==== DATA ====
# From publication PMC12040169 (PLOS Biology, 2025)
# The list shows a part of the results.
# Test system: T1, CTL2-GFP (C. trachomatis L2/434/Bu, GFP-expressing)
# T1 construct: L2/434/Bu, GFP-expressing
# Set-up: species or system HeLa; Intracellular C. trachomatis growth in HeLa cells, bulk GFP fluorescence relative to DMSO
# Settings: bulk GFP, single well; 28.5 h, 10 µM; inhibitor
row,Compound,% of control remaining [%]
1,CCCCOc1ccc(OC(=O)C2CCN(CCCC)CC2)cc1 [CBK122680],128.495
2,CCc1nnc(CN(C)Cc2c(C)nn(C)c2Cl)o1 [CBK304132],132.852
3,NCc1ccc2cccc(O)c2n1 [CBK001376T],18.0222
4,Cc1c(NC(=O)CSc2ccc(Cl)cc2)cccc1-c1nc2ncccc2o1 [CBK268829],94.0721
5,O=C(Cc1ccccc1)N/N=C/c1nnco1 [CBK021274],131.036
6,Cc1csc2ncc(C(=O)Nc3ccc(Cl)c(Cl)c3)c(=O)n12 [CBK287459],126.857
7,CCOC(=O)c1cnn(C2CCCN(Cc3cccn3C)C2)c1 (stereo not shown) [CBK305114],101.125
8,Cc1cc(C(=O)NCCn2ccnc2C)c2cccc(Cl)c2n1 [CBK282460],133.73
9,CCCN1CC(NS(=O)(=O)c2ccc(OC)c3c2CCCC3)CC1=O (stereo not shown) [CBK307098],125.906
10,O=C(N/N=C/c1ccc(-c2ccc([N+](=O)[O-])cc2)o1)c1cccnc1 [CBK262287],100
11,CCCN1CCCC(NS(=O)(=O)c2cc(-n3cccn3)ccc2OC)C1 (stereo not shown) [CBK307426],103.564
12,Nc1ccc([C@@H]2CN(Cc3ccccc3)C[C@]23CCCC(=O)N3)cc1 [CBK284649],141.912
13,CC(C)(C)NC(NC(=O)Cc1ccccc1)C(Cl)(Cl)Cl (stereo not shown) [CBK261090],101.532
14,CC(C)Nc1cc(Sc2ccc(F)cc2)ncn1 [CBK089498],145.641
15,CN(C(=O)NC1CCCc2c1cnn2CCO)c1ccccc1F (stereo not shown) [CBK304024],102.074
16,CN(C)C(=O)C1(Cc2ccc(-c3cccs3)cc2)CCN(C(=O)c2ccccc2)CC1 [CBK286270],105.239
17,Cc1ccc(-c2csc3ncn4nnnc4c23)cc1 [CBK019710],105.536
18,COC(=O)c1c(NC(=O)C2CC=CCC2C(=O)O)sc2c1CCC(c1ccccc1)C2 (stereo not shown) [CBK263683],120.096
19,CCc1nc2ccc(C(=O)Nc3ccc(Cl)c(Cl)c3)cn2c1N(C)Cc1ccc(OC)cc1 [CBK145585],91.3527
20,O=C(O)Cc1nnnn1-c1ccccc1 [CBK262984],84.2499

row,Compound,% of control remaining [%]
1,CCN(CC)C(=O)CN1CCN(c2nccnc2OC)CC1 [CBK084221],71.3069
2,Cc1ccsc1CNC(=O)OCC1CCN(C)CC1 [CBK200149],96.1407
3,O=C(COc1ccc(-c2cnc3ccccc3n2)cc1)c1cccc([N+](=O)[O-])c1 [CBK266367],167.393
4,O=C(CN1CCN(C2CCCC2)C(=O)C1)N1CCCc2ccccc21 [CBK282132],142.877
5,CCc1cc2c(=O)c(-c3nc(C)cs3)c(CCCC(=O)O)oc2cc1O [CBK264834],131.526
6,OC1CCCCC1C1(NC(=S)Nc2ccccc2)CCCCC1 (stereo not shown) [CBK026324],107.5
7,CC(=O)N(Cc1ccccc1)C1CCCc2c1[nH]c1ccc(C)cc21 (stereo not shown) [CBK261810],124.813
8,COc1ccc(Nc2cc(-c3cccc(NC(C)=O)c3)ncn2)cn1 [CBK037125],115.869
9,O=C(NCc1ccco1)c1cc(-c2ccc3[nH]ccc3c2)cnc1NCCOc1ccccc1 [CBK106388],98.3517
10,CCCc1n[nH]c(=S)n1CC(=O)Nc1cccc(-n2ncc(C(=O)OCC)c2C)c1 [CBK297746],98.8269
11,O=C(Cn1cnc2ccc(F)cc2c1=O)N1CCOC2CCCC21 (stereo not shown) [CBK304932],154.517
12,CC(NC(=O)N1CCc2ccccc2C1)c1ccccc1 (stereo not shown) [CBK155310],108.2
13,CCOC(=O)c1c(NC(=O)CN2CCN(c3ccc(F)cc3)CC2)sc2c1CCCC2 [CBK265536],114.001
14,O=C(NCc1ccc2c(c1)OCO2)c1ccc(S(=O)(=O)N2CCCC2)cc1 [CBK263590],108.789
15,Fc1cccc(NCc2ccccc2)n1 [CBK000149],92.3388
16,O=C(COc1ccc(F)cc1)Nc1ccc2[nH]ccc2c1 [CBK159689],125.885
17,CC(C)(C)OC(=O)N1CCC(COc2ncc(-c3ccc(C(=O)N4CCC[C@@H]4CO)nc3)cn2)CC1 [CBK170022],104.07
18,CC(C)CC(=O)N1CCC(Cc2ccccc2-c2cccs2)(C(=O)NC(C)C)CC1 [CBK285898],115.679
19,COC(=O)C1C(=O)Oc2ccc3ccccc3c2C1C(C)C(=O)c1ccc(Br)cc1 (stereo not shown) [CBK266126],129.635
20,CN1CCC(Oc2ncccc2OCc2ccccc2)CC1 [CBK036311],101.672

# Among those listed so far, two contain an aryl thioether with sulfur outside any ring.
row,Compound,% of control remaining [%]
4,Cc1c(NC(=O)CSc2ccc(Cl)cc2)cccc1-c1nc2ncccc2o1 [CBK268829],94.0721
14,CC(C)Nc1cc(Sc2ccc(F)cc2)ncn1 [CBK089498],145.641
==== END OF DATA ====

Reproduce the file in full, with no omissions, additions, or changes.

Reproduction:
# From publication PMC12040169 (PLOS Biology, 2025)
# The list shows a part of the results.
# Test system: T1, CTL2-GFP (C. trachomatis L2/434/Bu, GFP-expressing)
# T1 construct: L2/434/Bu, GFP-expressing
# Set-up: species or system HeLa; Intracellular C. trachomatis growth in HeLa cells, bulk GFP fluorescence relative to DMSO
# Settings: bulk GFP, single well; 28.5 h, 10 µM; inhibitor
row,Compound,% of control remaining [%]
1,CCCCOc1ccc(OC(=O)C2CCN(CCCC)CC2)cc1 [CBK122680],128.495
2,CCc1nnc(CN(C)Cc2c(C)nn(C)c2Cl)o1 [CBK304132],132.852
3,NCc1ccc2cccc(O)c2n1 [CBK001376T],18.0222
4,Cc1c(NC(=O)CSc2ccc(Cl)cc2)cccc1-c1nc2ncccc2o1 [CBK268829],94.0721
5,O=C(Cc1ccccc1)N/N=C/c1nnco1 [CBK021274],131.036
6,Cc1csc2ncc(C(=O)Nc3ccc(Cl)c(Cl)c3)c(=O)n12 [CBK287459],126.857
7,CCOC(=O)c1cnn(C2CCCN(Cc3cccn3C)C2)c1 (stereo not shown) [CBK305114],101.125
8,Cc1cc(C(=O)NCCn2ccnc2C)c2cccc(Cl)c2n1 [CBK282460],133.73
9,CCCN1CC(NS(=O)(=O)c2ccc(OC)c3c2CCCC3)CC1=O (stereo not shown) [CBK307098],125.906
10,O=C(N/N=C/c1ccc(-c2ccc([N+](=O)[O-])cc2)o1)c1cccnc1 [CBK262287],100
11,CCCN1CCCC(NS(=O)(=O)c2cc(-n3cccn3)ccc2OC)C1 (stereo not shown) [CBK307426],103.564
12,Nc1ccc([C@@H]2CN(Cc3ccccc3)C[C@]23CCCC(=O)N3)cc1 [CBK284649],141.912
13,CC(C)(C)NC(NC(=O)Cc1ccccc1)C(Cl)(Cl)Cl (stereo not shown) [CBK261090],101.532
14,CC(C)Nc1cc(Sc2ccc(F)cc2)ncn1 [CBK089498],145.641
15,CN(C(=O)NC1CCCc2c1cnn2CCO)c1ccccc1F (stereo not shown) [CBK304024],102.074
16,CN(C)C(=O)C1(Cc2ccc(-c3cccs3)cc2)CCN(C(=O)c2ccccc2)CC1 [CBK286270],105.239
17,Cc1ccc(-c2csc3ncn4nnnc4c23)cc1 [CBK019710],105.536
18,COC(=O)c1c(NC(=O)C2CC=CCC2C(=O)O)sc2c1CCC(c1ccccc1)C2 (stereo not shown) [CBK263683],120.096
19,CCc1nc2ccc(C(=O)Nc3ccc(Cl)c(Cl)c3)cn2c1N(C)Cc1ccc(OC)cc1 [CBK145585],91.3527
20,O=C(O)Cc1nnnn1-c1ccccc1 [CBK262984],84.2499

row,Compound,% of control remaining [%]
1,CCN(CC)C(=O)CN1CCN(c2nccnc2OC)CC1 [CBK084221],71.3069
2,Cc1ccsc1CNC(=O)OCC1CCN(C)CC1 [CBK200149],96.1407
3,O=C(COc1ccc(-c2cnc3ccccc3n2)cc1)c1cccc([N+](=O)[O-])c1 [CBK266367],167.393
4,O=C(CN1CCN(C2CCCC2)C(=O)C1)N1CCCc2ccccc21 [CBK282132],142.877
5,CCc1cc2c(=O)c(-c3nc(C)cs3)c(CCCC(=O)O)oc2cc1O [CBK264834],131.526
6,OC1CCCCC1C1(NC(=S)Nc2ccccc2)CCCCC1 (stereo not shown) [CBK026324],107.5
7,CC(=O)N(Cc1ccccc1)C1CCCc2c1[nH]c1ccc(C)cc21 (stereo not shown) [CBK261810],124.813
8,COc1ccc(Nc2cc(-c3cccc(NC(C)=O)c3)ncn2)cn1 [CBK037125],115.869
9,O=C(NCc1ccco1)c1cc(-c2ccc3[nH]ccc3c2)cnc1NCCOc1ccccc1 [CBK106388],98.3517
10,CCCc1n[nH]c(=S)n1CC(=O)Nc1cccc(-n2ncc(C(=O)OCC)c2C)c1 [CBK297746],98.8269
11,O=C(Cn1cnc2ccc(F)cc2c1=O)N1CCOC2CCCC21 (stereo not shown) [CBK304932],154.517
12,CC(NC(=O)N1CCc2ccccc2C1)c1ccccc1 (stereo not shown) [CBK155310],108.2
13,CCOC(=O)c1c(NC(=O)CN2CCN(c3ccc(F)cc3)CC2)sc2c1CCCC2 [CBK265536],114.001
14,O=C(NCc1ccc2c(c1)OCO2)c1ccc(S(=O)(=O)N2CCCC2)cc1 [CBK263590],108.789
15,Fc1cccc(NCc2ccccc2)n1 [CBK000149],92.3388
16,O=C(COc1ccc(F)cc1)Nc1ccc2[nH]ccc2c1 [CBK159689],125.885
17,CC(C)(C)OC(=O)N1CCC(COc2ncc(-c3ccc(C(=O)N4CCC[C@@H]4CO)nc3)cn2)CC1 [CBK170022],104.07
18,CC(C)CC(=O)N1CCC(Cc2ccccc2-c2cccs2)(C(=O)NC(C)C)CC1 [CBK285898],115.679
19,COC(=O)C1C(=O)Oc2ccc3ccccc3c2C1C(C)C(=O)c1ccc(Br)cc1 (stereo not shown) [CBK266126],129.635
20,CN1CCC(Oc2ncccc2OCc2ccccc2)CC1 [CBK036311],101.672

# Among those listed so far, two contain an aryl thioether with sulfur outside any ring.
row,Compound,% of control remaining [%]
4,Cc1c(NC(=O)CSc2ccc(Cl)cc2)cccc1-c1nc2ncccc2o1 [CBK268829],94.0721
14,CC(C)Nc1cc(Sc2ccc(F)cc2)ncn1 [CBK089498],145.641